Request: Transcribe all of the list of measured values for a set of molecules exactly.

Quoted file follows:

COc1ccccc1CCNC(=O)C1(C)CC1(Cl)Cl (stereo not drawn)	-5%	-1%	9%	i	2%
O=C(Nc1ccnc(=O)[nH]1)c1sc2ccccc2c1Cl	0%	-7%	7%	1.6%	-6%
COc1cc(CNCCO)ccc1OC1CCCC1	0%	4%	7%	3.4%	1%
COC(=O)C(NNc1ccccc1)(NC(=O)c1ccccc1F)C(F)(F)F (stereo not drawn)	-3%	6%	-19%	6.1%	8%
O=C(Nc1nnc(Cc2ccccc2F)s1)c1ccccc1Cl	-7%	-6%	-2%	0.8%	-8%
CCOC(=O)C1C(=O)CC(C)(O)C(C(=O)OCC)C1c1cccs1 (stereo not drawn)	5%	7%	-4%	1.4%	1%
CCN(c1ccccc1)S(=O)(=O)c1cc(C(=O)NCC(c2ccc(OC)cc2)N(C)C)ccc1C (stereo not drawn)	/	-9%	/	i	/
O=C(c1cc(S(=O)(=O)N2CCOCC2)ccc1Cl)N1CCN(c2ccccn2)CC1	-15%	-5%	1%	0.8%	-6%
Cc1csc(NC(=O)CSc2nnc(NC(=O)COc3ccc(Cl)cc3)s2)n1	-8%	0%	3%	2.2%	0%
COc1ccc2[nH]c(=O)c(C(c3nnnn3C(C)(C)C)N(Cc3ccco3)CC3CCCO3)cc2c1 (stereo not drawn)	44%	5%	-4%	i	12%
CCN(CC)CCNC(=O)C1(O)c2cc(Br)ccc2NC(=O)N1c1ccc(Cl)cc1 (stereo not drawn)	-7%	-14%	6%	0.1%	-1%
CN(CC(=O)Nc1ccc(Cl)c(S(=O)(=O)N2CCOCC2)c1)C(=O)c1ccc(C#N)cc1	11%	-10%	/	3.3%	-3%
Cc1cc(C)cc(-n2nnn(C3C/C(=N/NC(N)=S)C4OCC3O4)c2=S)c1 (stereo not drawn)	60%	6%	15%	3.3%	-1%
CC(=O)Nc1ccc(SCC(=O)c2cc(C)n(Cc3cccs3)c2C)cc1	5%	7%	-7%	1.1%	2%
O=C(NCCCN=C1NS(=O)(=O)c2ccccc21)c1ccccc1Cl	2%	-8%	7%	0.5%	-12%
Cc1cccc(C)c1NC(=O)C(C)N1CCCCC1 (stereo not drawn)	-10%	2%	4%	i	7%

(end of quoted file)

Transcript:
COc1ccccc1CCNC(=O)C1(C)CC1(Cl)Cl (stereo not drawn)	-5%	-1%	9%	i	2%
O=C(Nc1ccnc(=O)[nH]1)c1sc2ccccc2c1Cl	0%	-7%	7%	1.6%	-6%
COc1cc(CNCCO)ccc1OC1CCCC1	0%	4%	7%	3.4%	1%
COC(=O)C(NNc1ccccc1)(NC(=O)c1ccccc1F)C(F)(F)F (stereo not drawn)	-3%	6%	-19%	6.1%	8%
O=C(Nc1nnc(Cc2ccccc2F)s1)c1ccccc1Cl	-7%	-6%	-2%	0.8%	-8%
CCOC(=O)C1C(=O)CC(C)(O)C(C(=O)OCC)C1c1cccs1 (stereo not drawn)	5%	7%	-4%	1.4%	1%
CCN(c1ccccc1)S(=O)(=O)c1cc(C(=O)NCC(c2ccc(OC)cc2)N(C)C)ccc1C (stereo not drawn)	/	-9%	/	i	/
O=C(c1cc(S(=O)(=O)N2CCOCC2)ccc1Cl)N1CCN(c2ccccn2)CC1	-15%	-5%	1%	0.8%	-6%
Cc1csc(NC(=O)CSc2nnc(NC(=O)COc3ccc(Cl)cc3)s2)n1	-8%	0%	3%	2.2%	0%
COc1ccc2[nH]c(=O)c(C(c3nnnn3C(C)(C)C)N(Cc3ccco3)CC3CCCO3)cc2c1 (stereo not drawn)	44%	5%	-4%	i	12%
CCN(CC)CCNC(=O)C1(O)c2cc(Br)ccc2NC(=O)N1c1ccc(Cl)cc1 (stereo not drawn)	-7%	-14%	6%	0.1%	-1%
CN(CC(=O)Nc1ccc(Cl)c(S(=O)(=O)N2CCOCC2)c1)C(=O)c1ccc(C#N)cc1	11%	-10%	/	3.3%	-3%
Cc1cc(C)cc(-n2nnn(C3C/C(=N/NC(N)=S)C4OCC3O4)c2=S)c1 (stereo not drawn)	60%	6%	15%	3.3%	-1%
CC(=O)Nc1ccc(SCC(=O)c2cc(C)n(Cc3cccs3)c2C)cc1	5%	7%	-7%	1.1%	2%
O=C(NCCCN=C1NS(=O)(=O)c2ccccc21)c1ccccc1Cl	2%	-8%	7%	0.5%	-12%
Cc1cccc(C)c1NC(=O)C(C)N1CCCCC1 (stereo not drawn)	-10%	2%	4%	i	7%